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Chernobyl’s Stressful After-Effects

The first clear scientific findings are more surprising than is generally appreciated, and their meaning is more obscure

22 min read
Chernobyl’s Stressful After-Effects

Photo: Sake Elzinga/IPD
View of Chernobyl Unit 4 was taken days after the accident of April 26, 1986. The force of the explosions that ripped the top off the reactor can be gauged from the bent-outward girders near the center.

The explosions and fires that wrecked the Chernobyl nuclear reactor 10 years ago last April brought on what is universally recognized as a catastrophe. Besides the immediate fatalities and human upheaval, which left hundreds of thousands disoriented, anxious about their own health, and bitterly concerned about their children, the accident inflicted incalculable material losses. In economic terms alone (though not in terms of casualties), Chernobyl was the greatest peacetime industrial disaster of all time. Its 10th anniversary was a fitting occasion for stocktaking—for determining what has been and has yet to be learned about the event, and for improving efforts to help the victims.

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New EV Prototype Leaves Range Anxiety in the Dust

Mercedes-Benz's Vision EQXX completed a record-breaking 747-mile run in May

5 min read
a silver car driving down the road with a mountain of switchbacks behind it

The Mercedes-Benz Vision EQXX

Mercedes-Benz

Not long ago, a 300-mile range seemed like a healthy target for electric cars. More recently, the 520-mile (837-kilometer) Lucid Air became the world’s longest-range EV. But that record may not stand for long.

The Mercedes-Benz Vision EQXX, and its showroom-bound tech, looks to banish range anxiety for good: In April, the sleek prototype sedan completed a 621-mile (1,000-kilometer) trek through the Alps from Mercedes’ Sindelfingen facility to the Côte d'Azur in Cassis, France with battery juice to spare. It built on that feat in late May, when the prototype covered a world-beating, bladder-busting 747 miles (1,202 kilometers) in a run from Germany to the Formula One circuit in Silverstone, U.K.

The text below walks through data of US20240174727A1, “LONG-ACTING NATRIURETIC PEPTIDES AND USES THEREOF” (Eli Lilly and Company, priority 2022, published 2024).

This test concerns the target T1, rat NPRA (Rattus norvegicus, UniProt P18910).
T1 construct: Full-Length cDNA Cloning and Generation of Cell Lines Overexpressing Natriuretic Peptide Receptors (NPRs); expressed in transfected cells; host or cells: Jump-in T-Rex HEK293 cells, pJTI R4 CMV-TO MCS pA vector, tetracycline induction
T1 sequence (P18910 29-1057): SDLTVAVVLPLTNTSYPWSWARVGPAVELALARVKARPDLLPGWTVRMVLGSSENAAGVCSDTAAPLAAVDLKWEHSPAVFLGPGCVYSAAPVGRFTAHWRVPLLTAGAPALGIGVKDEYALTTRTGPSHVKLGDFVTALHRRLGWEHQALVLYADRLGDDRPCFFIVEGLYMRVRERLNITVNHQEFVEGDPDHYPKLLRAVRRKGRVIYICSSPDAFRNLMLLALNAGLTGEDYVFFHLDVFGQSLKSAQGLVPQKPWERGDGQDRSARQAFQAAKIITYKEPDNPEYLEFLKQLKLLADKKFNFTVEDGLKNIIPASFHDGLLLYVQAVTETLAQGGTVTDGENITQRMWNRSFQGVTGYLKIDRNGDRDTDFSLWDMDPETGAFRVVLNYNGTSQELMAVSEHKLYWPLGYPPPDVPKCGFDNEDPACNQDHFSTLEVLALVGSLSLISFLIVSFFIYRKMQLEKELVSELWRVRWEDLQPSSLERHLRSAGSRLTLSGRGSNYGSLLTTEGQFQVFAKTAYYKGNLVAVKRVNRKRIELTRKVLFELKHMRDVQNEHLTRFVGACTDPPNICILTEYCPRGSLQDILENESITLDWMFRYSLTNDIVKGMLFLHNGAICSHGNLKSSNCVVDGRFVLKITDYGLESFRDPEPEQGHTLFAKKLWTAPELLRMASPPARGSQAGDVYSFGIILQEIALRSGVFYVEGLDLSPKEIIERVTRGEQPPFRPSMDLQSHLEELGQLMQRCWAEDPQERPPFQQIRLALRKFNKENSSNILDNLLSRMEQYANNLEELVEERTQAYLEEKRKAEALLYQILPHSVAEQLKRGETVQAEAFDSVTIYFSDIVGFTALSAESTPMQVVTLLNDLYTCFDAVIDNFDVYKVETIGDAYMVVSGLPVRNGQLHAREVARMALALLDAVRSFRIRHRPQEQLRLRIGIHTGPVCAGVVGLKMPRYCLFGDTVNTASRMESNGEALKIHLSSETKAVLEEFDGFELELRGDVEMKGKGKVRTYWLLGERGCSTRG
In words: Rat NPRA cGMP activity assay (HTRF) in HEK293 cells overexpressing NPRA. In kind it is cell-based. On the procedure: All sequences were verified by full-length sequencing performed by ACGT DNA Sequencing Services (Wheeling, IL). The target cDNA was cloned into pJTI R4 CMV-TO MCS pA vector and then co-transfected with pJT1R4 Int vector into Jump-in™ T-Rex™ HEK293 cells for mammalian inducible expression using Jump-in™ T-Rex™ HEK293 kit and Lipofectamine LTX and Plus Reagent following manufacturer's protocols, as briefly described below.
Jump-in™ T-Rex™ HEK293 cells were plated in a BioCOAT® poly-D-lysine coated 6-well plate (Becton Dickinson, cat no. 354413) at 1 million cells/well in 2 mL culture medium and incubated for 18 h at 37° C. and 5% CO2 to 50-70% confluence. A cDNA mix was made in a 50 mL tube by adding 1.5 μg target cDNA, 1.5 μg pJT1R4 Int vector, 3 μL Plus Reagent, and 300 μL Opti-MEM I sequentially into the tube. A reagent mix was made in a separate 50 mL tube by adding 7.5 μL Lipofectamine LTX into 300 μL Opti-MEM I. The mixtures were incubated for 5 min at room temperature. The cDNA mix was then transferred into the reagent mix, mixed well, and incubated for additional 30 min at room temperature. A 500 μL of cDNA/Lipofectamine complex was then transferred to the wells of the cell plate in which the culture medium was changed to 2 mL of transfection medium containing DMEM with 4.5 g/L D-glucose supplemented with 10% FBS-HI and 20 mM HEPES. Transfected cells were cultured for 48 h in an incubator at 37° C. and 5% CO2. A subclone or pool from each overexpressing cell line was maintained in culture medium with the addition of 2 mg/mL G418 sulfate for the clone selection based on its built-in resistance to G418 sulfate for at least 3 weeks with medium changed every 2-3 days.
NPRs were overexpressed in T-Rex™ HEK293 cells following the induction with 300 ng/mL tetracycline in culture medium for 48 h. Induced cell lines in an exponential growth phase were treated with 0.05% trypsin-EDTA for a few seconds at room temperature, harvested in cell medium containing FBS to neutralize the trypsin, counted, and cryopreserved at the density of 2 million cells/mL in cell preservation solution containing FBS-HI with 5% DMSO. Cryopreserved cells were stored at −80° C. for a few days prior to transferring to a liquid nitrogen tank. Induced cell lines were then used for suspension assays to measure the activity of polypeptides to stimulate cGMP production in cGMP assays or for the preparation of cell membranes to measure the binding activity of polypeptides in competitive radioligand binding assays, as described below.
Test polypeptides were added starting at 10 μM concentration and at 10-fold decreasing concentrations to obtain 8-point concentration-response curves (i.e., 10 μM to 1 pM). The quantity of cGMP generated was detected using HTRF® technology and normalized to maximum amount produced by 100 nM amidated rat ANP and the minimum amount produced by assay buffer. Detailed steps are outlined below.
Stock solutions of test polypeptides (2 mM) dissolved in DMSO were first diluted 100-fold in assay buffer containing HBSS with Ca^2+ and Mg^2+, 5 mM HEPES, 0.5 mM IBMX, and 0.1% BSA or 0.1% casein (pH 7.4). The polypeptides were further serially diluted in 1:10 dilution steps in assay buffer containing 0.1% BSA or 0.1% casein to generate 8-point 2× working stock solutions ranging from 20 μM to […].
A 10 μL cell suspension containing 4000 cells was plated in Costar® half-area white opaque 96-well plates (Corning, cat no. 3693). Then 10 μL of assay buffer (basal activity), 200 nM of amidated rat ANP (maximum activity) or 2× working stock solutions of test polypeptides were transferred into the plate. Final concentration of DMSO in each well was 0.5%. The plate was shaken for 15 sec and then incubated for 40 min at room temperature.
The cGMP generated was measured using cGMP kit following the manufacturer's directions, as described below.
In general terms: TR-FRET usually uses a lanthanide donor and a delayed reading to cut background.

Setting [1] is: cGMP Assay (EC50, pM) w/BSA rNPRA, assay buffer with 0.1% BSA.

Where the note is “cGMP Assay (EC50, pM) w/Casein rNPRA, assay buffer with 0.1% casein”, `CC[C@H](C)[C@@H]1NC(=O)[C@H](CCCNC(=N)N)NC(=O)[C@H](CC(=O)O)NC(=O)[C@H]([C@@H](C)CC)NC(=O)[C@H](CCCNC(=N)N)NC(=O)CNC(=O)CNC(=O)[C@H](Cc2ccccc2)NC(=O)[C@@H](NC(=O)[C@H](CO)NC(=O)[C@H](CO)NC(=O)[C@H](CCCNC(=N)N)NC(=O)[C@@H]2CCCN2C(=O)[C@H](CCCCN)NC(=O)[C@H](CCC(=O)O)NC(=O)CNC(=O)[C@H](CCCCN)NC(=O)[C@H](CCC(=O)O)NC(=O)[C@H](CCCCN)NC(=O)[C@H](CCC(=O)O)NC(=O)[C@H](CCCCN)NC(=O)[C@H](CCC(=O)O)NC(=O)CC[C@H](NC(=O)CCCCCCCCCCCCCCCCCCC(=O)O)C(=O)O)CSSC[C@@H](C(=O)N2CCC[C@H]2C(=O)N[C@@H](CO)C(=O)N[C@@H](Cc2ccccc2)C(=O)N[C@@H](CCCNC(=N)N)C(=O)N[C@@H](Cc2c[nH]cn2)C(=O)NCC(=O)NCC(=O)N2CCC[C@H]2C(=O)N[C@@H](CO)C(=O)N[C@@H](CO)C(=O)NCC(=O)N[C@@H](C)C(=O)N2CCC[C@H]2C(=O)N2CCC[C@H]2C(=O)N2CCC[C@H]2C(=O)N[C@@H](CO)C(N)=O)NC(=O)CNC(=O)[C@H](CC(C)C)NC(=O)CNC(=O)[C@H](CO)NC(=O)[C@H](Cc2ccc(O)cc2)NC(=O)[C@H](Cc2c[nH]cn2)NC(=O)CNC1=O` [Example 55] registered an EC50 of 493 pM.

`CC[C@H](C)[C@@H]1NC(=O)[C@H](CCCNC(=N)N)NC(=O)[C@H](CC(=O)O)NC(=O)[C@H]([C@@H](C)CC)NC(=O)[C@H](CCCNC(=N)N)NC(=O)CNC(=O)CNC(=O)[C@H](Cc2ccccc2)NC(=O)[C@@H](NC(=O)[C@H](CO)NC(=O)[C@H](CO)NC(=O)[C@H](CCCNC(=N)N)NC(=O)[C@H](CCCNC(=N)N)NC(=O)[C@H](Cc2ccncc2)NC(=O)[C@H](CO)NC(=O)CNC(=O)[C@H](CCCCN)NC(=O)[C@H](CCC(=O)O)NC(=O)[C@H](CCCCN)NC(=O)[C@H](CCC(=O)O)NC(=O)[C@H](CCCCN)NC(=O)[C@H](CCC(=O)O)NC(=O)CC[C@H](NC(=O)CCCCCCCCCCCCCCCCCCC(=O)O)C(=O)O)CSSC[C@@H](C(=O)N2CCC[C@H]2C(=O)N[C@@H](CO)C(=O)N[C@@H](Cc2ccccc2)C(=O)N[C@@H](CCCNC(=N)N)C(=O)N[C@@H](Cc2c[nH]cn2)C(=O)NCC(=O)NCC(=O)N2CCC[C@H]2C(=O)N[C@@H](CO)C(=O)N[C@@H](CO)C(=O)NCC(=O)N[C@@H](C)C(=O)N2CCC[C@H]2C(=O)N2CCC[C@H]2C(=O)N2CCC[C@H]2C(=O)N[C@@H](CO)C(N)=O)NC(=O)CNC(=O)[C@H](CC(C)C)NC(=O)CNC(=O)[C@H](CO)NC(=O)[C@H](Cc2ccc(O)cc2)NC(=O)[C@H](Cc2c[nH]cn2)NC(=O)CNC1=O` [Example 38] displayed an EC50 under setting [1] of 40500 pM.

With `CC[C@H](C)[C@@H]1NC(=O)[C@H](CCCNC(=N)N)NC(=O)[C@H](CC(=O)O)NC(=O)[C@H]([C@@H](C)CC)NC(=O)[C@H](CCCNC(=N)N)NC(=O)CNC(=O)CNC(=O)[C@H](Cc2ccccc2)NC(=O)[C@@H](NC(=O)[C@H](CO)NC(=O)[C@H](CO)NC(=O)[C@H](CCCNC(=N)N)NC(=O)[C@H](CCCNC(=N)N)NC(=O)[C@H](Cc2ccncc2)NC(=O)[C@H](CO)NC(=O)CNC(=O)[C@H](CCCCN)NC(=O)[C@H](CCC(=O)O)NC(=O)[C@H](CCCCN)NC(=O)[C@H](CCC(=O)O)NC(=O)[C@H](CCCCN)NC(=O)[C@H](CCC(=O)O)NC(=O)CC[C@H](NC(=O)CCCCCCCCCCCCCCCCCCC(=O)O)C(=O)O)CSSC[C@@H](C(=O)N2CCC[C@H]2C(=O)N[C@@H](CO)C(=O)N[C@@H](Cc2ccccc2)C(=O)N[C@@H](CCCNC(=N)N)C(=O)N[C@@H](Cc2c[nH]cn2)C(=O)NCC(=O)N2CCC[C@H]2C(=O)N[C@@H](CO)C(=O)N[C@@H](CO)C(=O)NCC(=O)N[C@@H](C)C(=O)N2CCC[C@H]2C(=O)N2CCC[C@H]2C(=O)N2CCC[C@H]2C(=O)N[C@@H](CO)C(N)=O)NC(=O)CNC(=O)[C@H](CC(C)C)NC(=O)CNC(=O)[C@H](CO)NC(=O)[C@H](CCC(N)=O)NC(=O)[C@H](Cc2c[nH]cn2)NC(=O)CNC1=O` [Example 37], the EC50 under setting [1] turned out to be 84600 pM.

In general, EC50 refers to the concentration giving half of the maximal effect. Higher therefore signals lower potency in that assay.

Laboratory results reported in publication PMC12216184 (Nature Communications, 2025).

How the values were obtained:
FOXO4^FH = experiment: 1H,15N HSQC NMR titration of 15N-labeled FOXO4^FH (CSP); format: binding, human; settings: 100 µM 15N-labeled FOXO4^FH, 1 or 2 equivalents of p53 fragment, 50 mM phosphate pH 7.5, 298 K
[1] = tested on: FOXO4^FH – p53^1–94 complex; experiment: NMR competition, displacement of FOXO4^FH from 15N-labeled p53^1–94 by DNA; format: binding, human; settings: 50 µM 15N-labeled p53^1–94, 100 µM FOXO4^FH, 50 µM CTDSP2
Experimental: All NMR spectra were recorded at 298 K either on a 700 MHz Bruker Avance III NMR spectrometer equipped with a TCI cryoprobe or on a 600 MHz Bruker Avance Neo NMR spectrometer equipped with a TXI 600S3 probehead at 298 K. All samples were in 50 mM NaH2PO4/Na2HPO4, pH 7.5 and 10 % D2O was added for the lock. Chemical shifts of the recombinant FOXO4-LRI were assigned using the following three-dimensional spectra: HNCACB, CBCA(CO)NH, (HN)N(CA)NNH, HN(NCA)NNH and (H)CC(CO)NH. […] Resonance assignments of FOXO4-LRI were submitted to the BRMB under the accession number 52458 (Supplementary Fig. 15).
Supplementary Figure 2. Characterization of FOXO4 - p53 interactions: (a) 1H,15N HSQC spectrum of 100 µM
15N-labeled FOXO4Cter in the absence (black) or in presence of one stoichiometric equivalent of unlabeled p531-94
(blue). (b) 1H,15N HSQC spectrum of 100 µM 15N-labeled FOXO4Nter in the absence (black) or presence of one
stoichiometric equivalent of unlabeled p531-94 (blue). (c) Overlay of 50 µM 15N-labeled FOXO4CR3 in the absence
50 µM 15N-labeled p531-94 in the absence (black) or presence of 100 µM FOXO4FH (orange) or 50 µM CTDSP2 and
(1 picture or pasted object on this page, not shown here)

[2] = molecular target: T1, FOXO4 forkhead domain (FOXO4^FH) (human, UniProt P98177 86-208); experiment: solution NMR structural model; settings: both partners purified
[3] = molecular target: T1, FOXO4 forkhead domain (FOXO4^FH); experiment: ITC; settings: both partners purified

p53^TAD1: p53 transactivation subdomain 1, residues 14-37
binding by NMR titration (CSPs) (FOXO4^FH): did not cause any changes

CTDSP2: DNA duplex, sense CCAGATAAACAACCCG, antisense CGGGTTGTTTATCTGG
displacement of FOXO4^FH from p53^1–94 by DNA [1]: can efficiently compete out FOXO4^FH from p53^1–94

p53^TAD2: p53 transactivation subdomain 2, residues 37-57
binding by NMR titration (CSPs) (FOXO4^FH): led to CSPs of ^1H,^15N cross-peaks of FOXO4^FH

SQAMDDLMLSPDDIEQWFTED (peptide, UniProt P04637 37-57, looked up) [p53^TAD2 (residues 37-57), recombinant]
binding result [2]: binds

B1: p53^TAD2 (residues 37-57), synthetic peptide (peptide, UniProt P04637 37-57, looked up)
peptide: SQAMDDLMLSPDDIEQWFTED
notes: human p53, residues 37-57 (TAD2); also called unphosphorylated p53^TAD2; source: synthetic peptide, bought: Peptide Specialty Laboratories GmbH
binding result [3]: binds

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Artificial Synapses 10,000x Faster Than Real Thing

New protonic programmable resistors may help speed learning in deep neural networks

3 min read
Conceptual illustration shows a brain shape made of circuits on a multilayered chip structure.
Ella Maru Studio and Murat Onen

New artificial versions of the neurons and synapses in the human brain are up to 1,000 times smaller than neurons and at least 10,000 times faster than biological synapses, a study now finds.

These new devices may help improve the speed at which the increasingly common and powerful artificial intelligence systems known as deep neural networks learn, researchers say.

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A Multiphysics Approach to Designing Fuel Cells for Electric Vehicles

White paper on fuel cell modeling and simulation

1 min read
Comsol Logo
Comsol

Fuel cell electric vehicles (FCEVs) often reach higher energy density and exhibit greater efficiency than battery EVs; however, they also have high manufacturing costs, limited service life, and relatively low power density.

Modeling and simulation can improve fuel cell design and optimize EV performance. Learn more in this white paper.